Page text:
British Gas owner Centrica has come under pressure to cut bills after watchdog Ofgem pointed to falling wholesale gas and electricity prices.
Customers are paying higher tariffs this year after they were hiked 9.2% last autumn, though the rise was scaled back following the Government's shake-up of so-called green levies on bills.
But Centrica said the average bill was expected to be £90, or 7%, lower this year reflecting warmer weather and energy efficiency measures.
The company reiterated that tariffs were not expected to change during 2014 "recognising competitive conditions in the UK energy supply market".
Centrica has defended its stance by pointing to the way it buys much of its energy in advance and that the benefit of lower wholesale prices for next year is offset by higher costs elsewhere.
British Gas owner Centrica has reported pre-tax profits of £890 million for the first half of 2014, a drop of 40% from 2013.
The company said the fall reflected a changing market environment and the effects of mild weather in the UK and the polar vortex in North America.
ITV News Business Editor Joel Hills tweeted:
Mild weather in UK and polar vortex in US dents Centrica's profits. Owner of British Gas made H1 pre-tax profit of £890m - down 40%.
Operating profits for British Gas residential energy supply fell by 26% to £265 million for the first half of the year, owner Centrica has announced.
British Gas has denied claims it paid its staff bonuses to inflate customers' bills.
According to the Daily Mail, a former employee said the policy encouraged staff to target charities and small businesses, with workers told they could triple their salary through commission if they sold enough of the most expensive deals as possible.
A British Gas spokeswoman said: "British Gas strongly refutes any suggestion that employees are paid commission on any prices charged to residential customers. This is a highly regulated and competitive market, every part of the sales negotiation process for business customers is closely monitored.
"We take very seriously any concerns raised by employees or customers, and our processes, as well as sales agents' terms, are regularly reviewed to ensure they are fair and appropriate."
British Gas have responded to an Ofgem investigation where they were found to have wrongly blocked businesses from switching to new suppliers.
British Gas Business say they have "agreed to a penalty of £800,000 and will invest at least £3.45 million in an energy efficiency".
We have compensated all our current customers affected by this issue and we are in the process on contacting and compensating affected customers who have since moved to other suppliers.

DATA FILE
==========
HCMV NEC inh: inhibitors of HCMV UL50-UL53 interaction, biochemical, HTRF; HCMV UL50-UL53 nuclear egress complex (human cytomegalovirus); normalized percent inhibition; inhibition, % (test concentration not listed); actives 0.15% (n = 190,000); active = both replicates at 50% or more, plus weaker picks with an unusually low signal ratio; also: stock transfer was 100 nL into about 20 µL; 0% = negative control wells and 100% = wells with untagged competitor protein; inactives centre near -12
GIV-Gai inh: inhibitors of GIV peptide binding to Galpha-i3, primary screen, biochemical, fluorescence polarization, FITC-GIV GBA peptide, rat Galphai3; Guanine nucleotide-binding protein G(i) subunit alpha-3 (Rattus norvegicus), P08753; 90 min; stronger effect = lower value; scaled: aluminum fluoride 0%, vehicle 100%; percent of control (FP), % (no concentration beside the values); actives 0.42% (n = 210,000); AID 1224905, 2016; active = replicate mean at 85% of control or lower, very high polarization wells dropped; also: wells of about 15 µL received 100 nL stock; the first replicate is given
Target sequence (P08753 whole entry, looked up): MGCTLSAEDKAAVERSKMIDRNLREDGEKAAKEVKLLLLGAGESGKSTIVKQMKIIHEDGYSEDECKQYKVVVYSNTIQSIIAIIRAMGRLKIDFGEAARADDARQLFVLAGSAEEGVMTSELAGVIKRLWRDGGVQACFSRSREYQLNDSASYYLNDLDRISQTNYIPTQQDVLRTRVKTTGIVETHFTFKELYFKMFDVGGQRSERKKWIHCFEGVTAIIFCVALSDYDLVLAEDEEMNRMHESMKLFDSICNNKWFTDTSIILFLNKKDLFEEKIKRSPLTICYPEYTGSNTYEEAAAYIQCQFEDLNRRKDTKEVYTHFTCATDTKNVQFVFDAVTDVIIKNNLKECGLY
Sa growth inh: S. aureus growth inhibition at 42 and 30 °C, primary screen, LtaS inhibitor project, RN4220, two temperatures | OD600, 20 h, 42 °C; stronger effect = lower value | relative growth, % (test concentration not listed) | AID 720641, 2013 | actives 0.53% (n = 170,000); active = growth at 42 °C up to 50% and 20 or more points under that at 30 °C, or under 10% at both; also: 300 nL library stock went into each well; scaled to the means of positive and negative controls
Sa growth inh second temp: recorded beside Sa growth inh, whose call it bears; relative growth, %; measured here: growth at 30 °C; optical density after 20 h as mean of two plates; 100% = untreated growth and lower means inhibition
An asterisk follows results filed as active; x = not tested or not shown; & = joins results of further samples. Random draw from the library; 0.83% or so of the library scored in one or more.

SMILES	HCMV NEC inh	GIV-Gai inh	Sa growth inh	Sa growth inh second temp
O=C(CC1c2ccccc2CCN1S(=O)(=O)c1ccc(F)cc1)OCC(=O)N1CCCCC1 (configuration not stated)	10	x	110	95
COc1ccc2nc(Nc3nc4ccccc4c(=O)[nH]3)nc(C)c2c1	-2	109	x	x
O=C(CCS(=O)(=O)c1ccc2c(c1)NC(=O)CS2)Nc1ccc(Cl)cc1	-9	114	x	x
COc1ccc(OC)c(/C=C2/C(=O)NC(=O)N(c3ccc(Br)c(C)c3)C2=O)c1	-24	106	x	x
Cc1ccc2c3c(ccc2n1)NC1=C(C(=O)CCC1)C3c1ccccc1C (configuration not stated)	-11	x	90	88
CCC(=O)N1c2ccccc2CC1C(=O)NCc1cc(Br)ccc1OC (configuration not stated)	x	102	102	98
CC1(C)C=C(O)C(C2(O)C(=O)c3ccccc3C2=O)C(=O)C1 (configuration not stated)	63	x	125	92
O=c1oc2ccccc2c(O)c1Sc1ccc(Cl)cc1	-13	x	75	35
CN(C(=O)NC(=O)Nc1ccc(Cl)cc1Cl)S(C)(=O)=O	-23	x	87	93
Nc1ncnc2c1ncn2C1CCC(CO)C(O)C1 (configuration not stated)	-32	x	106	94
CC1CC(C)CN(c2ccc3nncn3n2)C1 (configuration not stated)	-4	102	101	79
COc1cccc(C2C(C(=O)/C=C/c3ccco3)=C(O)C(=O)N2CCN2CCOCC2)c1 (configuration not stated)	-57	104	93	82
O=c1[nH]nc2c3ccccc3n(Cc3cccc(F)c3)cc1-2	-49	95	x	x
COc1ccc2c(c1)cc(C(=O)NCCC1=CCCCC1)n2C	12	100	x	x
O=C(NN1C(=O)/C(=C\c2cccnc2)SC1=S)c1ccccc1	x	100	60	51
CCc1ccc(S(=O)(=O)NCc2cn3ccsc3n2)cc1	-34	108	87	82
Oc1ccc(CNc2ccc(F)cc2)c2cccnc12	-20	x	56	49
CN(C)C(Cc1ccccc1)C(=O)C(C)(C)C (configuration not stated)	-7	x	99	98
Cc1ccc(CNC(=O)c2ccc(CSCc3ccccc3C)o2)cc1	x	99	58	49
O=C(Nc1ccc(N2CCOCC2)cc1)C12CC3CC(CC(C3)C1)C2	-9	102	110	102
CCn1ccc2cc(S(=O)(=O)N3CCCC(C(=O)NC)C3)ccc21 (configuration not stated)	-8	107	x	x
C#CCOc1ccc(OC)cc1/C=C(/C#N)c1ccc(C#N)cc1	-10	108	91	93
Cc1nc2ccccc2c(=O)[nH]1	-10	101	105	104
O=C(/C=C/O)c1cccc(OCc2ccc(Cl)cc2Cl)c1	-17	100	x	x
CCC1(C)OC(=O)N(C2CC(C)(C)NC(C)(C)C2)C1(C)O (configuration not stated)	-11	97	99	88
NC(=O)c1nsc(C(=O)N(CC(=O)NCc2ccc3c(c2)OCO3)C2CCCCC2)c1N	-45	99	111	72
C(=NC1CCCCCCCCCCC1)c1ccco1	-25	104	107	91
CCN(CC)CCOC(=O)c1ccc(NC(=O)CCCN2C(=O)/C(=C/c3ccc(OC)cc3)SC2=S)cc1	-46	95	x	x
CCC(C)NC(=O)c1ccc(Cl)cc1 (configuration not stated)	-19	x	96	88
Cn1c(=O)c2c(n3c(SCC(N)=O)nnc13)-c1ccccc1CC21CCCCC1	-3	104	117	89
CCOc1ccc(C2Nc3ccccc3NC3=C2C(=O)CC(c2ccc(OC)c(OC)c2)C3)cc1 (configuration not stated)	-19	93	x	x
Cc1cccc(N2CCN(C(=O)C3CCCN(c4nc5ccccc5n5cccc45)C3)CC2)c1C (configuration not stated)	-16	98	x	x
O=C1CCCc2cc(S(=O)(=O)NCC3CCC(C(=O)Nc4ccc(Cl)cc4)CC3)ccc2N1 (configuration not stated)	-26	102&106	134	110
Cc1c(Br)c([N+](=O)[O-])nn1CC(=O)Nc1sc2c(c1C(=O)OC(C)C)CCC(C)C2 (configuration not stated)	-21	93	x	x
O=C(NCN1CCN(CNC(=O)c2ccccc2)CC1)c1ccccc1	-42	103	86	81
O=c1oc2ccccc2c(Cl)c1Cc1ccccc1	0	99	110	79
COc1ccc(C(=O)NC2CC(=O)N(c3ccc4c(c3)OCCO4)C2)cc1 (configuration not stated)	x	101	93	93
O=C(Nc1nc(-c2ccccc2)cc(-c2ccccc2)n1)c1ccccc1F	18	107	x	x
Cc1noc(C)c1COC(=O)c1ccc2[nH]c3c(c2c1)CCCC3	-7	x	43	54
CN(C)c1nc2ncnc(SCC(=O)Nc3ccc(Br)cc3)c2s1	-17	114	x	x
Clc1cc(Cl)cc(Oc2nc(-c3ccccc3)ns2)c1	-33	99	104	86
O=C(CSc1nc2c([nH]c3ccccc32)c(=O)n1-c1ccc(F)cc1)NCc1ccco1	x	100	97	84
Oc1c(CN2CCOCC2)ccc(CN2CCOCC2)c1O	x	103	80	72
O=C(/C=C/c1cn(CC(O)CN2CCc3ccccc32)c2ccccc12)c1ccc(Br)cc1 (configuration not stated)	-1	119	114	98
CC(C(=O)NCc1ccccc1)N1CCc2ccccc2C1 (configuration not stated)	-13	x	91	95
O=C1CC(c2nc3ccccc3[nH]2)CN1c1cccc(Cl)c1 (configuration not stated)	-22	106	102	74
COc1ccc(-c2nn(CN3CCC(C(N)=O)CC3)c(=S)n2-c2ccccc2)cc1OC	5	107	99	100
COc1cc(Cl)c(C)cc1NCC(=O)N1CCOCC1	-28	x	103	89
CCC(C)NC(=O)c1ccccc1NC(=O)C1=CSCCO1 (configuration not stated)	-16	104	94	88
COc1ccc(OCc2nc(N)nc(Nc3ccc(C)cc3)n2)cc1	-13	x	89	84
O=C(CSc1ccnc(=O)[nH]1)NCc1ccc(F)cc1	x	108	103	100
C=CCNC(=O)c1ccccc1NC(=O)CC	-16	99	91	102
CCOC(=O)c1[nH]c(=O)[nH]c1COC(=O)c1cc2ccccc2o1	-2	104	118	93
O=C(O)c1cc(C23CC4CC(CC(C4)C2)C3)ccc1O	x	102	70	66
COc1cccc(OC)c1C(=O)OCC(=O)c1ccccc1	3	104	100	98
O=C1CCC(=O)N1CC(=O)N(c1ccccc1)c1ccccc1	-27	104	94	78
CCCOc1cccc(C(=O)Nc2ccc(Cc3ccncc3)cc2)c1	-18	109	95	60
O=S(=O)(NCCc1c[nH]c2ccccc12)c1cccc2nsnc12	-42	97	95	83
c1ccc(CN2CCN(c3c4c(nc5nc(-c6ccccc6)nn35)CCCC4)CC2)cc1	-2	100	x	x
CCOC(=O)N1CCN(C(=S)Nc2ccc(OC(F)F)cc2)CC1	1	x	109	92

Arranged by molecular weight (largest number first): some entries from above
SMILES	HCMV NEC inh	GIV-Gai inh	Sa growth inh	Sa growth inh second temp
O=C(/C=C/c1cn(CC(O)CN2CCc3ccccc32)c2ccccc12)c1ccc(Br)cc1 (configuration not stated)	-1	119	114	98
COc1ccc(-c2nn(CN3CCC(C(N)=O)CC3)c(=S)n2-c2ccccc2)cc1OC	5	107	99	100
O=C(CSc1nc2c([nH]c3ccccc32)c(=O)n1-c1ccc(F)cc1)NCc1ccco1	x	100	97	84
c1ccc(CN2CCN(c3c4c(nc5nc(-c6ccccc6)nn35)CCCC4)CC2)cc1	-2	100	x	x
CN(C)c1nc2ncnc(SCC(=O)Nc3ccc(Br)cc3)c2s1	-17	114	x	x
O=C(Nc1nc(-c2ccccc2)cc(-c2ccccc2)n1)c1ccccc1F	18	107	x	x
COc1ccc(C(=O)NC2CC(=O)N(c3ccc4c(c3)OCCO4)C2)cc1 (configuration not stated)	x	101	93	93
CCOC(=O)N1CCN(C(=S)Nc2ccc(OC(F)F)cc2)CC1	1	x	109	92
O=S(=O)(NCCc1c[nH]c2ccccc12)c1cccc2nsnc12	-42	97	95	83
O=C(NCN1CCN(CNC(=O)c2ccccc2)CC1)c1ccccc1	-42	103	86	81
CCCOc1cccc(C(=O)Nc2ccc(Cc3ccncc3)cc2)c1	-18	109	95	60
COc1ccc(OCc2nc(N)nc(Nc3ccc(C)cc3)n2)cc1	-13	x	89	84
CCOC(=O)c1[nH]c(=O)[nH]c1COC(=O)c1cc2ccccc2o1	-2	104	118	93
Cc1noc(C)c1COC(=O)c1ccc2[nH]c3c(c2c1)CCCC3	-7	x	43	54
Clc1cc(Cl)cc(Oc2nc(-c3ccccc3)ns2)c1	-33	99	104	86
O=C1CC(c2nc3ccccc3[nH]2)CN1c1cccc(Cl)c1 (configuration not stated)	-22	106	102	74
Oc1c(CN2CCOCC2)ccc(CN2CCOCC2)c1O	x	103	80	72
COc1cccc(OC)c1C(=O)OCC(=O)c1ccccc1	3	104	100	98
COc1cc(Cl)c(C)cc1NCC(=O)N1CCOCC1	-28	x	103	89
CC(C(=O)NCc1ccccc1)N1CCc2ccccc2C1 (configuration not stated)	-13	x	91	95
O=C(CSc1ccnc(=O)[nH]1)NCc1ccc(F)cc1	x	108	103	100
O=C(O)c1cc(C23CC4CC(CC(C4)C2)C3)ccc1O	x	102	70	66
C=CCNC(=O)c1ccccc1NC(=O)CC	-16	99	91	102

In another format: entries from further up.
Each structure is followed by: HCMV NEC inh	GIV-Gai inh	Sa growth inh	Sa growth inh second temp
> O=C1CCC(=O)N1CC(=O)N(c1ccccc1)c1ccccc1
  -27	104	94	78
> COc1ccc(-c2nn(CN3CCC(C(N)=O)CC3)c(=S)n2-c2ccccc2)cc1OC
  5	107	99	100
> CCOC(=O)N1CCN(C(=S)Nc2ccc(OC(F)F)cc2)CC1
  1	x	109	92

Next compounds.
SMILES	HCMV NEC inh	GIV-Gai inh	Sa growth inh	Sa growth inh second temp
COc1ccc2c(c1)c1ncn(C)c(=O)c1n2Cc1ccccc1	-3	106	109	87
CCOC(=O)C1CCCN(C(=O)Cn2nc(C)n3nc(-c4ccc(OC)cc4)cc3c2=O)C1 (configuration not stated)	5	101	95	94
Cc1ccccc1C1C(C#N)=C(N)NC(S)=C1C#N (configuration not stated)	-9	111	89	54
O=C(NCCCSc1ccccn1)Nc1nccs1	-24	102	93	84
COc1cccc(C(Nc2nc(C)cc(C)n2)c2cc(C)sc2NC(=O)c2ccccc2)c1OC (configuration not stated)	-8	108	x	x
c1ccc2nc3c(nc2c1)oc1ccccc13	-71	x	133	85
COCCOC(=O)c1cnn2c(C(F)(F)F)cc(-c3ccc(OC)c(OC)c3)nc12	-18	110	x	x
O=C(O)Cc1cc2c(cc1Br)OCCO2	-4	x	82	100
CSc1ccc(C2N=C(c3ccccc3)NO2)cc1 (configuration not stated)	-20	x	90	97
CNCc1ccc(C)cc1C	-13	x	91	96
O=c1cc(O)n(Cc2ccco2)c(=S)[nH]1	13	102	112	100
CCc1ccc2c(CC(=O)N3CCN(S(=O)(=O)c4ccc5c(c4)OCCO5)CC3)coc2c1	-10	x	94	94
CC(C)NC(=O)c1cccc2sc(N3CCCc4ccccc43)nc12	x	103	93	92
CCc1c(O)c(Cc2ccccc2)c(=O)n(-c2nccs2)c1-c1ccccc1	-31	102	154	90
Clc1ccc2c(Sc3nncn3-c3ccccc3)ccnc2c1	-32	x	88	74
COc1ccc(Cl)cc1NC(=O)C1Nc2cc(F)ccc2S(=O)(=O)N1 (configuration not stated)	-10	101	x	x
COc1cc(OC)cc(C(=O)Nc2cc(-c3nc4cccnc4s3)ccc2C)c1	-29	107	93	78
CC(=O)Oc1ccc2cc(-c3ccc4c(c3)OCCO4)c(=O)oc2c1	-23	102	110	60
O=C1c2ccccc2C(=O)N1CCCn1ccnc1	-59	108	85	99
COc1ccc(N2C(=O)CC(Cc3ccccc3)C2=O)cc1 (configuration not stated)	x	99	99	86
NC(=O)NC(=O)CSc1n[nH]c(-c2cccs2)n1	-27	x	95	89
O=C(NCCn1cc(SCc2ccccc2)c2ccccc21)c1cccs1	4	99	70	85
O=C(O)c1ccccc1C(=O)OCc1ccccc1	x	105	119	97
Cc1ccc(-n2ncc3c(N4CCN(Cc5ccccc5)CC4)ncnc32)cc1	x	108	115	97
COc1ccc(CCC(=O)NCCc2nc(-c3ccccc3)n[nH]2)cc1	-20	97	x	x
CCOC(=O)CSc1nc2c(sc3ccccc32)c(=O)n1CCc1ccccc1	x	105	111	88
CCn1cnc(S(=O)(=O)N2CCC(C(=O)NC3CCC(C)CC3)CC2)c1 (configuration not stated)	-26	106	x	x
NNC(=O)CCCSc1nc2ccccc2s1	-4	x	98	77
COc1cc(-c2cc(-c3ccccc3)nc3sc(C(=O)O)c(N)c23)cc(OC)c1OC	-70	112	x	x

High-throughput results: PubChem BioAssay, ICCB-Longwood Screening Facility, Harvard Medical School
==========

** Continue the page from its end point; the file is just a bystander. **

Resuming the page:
Stephen Beynon, Managing Director of British Gas Business also said:
We’re sorry these errors occurred and have worked swiftly to change our computer systems and processes, putting controls in place to stop this happening again.
We take any failure to meet our obligations very seriously and will ensure that the new energy efficiency fund we have set up will be a real help to hundreds of small businesses.
British Gas will pay £5.6m after being found to have wrongly blocked businesses from switching to new suppliers.
The energy giant's computers and practices "failed customers", regulator Ofgem said. Some small businesses were the worst hit by the practices.
There will be anger that once again an energy company's actions have fallen so far short of it's promises to do it's best for hard pressed customers.
British Gas is Britain's biggest energy firm with thousands of staff - yet says it has "nobody available" to appear on ITV News to explain its latest failings to customers.
As I said to their press office, "shame on British Gas".
The chief executive of Centrica, which owns British Gas, has welcomed the major competition inquiry into energy firms but said a lengthy review could damage investment when the market's "security is being seriously challenged."
Sam Laidlaw said: "Anything that clears the air and helps rebuild trust in the industry must be a good thing. Britain's energy market is highly competitive and we believe that a full independent review by a respected regulatory authority would demonstrate precisely that.
"Competition is working, providing choice for consumers and some of the lowest prices in Europe.
"We hope that a lengthy review process will not damage confidence in the market, when over £100 billion of investment in new infrastructure is needed.
"A prolonged period of uncertainty could damage investment at a time when Britain's energy security is being seriously challenged."
British Gas has announced it will cut its duel fuel energy bills by an average of £53 from 1st January, but its customers bills will still be higher than last year:
Bills still up compared to last year, but British Gas reversing part of its planned 9 percent price increase
British Gas announced it is to cut dual fuel energy bills by an average of £53 from 1st January.
The British Gas 10.4% price increase is the latest in a line of winter bill rises from the "big six" providers over the past week:
- SSE increased prices by around 8.2%, impacting 7.3 million customers
- EDF Energy revealed plans for a 3.9% hike. Less than half the increase of its rivals, the firm chose not to pass on the costs of green levies - in anticipation of them being scrapped
- Co-operative Energy also scaled back its price increase from 4.5% to 2%.
- German-owned E.ON has warned that tariff rises are "increasingly likely" and is reportedly planning to announce a new year rise later this month.